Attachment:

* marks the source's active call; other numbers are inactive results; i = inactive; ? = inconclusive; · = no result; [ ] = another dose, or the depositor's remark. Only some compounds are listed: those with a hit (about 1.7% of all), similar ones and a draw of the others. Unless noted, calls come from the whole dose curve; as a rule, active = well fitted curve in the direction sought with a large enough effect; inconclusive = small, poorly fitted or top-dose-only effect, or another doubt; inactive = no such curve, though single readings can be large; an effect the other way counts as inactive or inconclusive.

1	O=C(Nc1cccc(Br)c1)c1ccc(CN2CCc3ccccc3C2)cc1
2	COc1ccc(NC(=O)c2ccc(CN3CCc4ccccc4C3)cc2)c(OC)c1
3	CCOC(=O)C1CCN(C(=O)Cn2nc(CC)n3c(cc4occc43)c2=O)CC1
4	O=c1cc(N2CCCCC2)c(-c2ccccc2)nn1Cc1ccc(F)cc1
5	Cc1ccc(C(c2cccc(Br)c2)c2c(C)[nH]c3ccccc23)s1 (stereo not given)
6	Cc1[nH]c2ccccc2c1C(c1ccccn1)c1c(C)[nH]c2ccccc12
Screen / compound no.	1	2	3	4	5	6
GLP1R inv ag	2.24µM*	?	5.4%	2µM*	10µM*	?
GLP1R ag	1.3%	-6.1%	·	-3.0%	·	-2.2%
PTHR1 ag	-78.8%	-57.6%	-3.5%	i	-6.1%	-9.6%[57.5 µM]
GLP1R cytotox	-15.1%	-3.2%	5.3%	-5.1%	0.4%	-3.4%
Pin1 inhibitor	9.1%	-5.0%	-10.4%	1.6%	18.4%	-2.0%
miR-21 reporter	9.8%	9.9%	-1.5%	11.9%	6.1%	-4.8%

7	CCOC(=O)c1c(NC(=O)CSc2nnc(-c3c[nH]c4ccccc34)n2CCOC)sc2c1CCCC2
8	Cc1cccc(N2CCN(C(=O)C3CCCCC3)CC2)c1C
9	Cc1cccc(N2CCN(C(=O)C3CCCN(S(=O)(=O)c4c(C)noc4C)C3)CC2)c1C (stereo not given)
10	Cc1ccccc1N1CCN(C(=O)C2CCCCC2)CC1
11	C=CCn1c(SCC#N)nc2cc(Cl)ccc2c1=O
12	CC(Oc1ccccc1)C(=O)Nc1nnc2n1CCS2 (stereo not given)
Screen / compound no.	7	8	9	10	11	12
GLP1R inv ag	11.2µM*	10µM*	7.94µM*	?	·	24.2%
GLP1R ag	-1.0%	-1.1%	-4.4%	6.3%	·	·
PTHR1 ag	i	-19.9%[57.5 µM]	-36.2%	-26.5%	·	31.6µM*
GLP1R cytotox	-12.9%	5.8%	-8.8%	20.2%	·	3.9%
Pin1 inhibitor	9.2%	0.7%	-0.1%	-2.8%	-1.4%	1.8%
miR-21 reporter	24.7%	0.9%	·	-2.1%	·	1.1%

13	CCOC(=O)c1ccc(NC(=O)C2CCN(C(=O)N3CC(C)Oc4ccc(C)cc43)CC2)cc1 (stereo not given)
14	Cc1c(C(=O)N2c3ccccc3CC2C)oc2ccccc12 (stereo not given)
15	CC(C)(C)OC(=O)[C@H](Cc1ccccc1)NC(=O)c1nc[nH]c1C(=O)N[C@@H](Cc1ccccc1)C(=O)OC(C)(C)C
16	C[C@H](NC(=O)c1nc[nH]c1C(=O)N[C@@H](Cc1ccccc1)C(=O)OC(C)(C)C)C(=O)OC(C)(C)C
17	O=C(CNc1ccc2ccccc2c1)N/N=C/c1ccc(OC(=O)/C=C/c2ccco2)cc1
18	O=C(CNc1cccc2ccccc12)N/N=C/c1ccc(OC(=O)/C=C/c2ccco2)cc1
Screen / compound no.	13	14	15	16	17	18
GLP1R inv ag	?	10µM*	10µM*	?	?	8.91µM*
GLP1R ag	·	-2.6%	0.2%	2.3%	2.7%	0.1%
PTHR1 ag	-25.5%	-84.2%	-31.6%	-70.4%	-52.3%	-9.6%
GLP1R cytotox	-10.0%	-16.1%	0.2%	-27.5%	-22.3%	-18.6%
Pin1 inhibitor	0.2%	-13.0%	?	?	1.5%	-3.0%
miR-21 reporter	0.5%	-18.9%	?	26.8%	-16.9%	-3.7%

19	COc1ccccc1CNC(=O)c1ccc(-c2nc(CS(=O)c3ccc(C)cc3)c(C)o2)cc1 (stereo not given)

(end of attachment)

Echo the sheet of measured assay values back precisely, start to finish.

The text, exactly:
* marks the source's active call; other numbers are inactive results; i = inactive; ? = inconclusive; · = no result; [ ] = another dose, or the depositor's remark. Only some compounds are listed: those with a hit (about 1.7% of all), similar ones and a draw of the others. Unless noted, calls come from the whole dose curve; as a rule, active = well fitted curve in the direction sought with a large enough effect; inconclusive = small, poorly fitted or top-dose-only effect, or another doubt; inactive = no such curve, though single readings can be large; an effect the other way counts as inactive or inconclusive.

1	O=C(Nc1cccc(Br)c1)c1ccc(CN2CCc3ccccc3C2)cc1
2	COc1ccc(NC(=O)c2ccc(CN3CCc4ccccc4C3)cc2)c(OC)c1
3	CCOC(=O)C1CCN(C(=O)Cn2nc(CC)n3c(cc4occc43)c2=O)CC1
4	O=c1cc(N2CCCCC2)c(-c2ccccc2)nn1Cc1ccc(F)cc1
5	Cc1ccc(C(c2cccc(Br)c2)c2c(C)[nH]c3ccccc23)s1 (stereo not given)
6	Cc1[nH]c2ccccc2c1C(c1ccccn1)c1c(C)[nH]c2ccccc12
Screen / compound no.	1	2	3	4	5	6
GLP1R inv ag	2.24µM*	?	5.4%	2µM*	10µM*	?
GLP1R ag	1.3%	-6.1%	·	-3.0%	·	-2.2%
PTHR1 ag	-78.8%	-57.6%	-3.5%	i	-6.1%	-9.6%[57.5 µM]
GLP1R cytotox	-15.1%	-3.2%	5.3%	-5.1%	0.4%	-3.4%
Pin1 inhibitor	9.1%	-5.0%	-10.4%	1.6%	18.4%	-2.0%
miR-21 reporter	9.8%	9.9%	-1.5%	11.9%	6.1%	-4.8%

7	CCOC(=O)c1c(NC(=O)CSc2nnc(-c3c[nH]c4ccccc34)n2CCOC)sc2c1CCCC2
8	Cc1cccc(N2CCN(C(=O)C3CCCCC3)CC2)c1C
9	Cc1cccc(N2CCN(C(=O)C3CCCN(S(=O)(=O)c4c(C)noc4C)C3)CC2)c1C (stereo not given)
10	Cc1ccccc1N1CCN(C(=O)C2CCCCC2)CC1
11	C=CCn1c(SCC#N)nc2cc(Cl)ccc2c1=O
12	CC(Oc1ccccc1)C(=O)Nc1nnc2n1CCS2 (stereo not given)
Screen / compound no.	7	8	9	10	11	12
GLP1R inv ag	11.2µM*	10µM*	7.94µM*	?	·	24.2%
GLP1R ag	-1.0%	-1.1%	-4.4%	6.3%	·	·
PTHR1 ag	i	-19.9%[57.5 µM]	-36.2%	-26.5%	·	31.6µM*
GLP1R cytotox	-12.9%	5.8%	-8.8%	20.2%	·	3.9%
Pin1 inhibitor	9.2%	0.7%	-0.1%	-2.8%	-1.4%	1.8%
miR-21 reporter	24.7%	0.9%	·	-2.1%	·	1.1%

13	CCOC(=O)c1ccc(NC(=O)C2CCN(C(=O)N3CC(C)Oc4ccc(C)cc43)CC2)cc1 (stereo not given)
14	Cc1c(C(=O)N2c3ccccc3CC2C)oc2ccccc12 (stereo not given)
15	CC(C)(C)OC(=O)[C@H](Cc1ccccc1)NC(=O)c1nc[nH]c1C(=O)N[C@@H](Cc1ccccc1)C(=O)OC(C)(C)C
16	C[C@H](NC(=O)c1nc[nH]c1C(=O)N[C@@H](Cc1ccccc1)C(=O)OC(C)(C)C)C(=O)OC(C)(C)C
17	O=C(CNc1ccc2ccccc2c1)N/N=C/c1ccc(OC(=O)/C=C/c2ccco2)cc1
18	O=C(CNc1cccc2ccccc12)N/N=C/c1ccc(OC(=O)/C=C/c2ccco2)cc1
Screen / compound no.	13	14	15	16	17	18
GLP1R inv ag	?	10µM*	10µM*	?	?	8.91µM*
GLP1R ag	·	-2.6%	0.2%	2.3%	2.7%	0.1%
PTHR1 ag	-25.5%	-84.2%	-31.6%	-70.4%	-52.3%	-9.6%
GLP1R cytotox	-10.0%	-16.1%	0.2%	-27.5%	-22.3%	-18.6%
Pin1 inhibitor	0.2%	-13.0%	?	?	1.5%	-3.0%
miR-21 reporter	0.5%	-18.9%	?	26.8%	-16.9%	-3.7%

19	COc1ccccc1CNC(=O)c1ccc(-c2nc(CS(=O)c3ccc(C)cc3)c(C)o2)cc1 (stereo not given)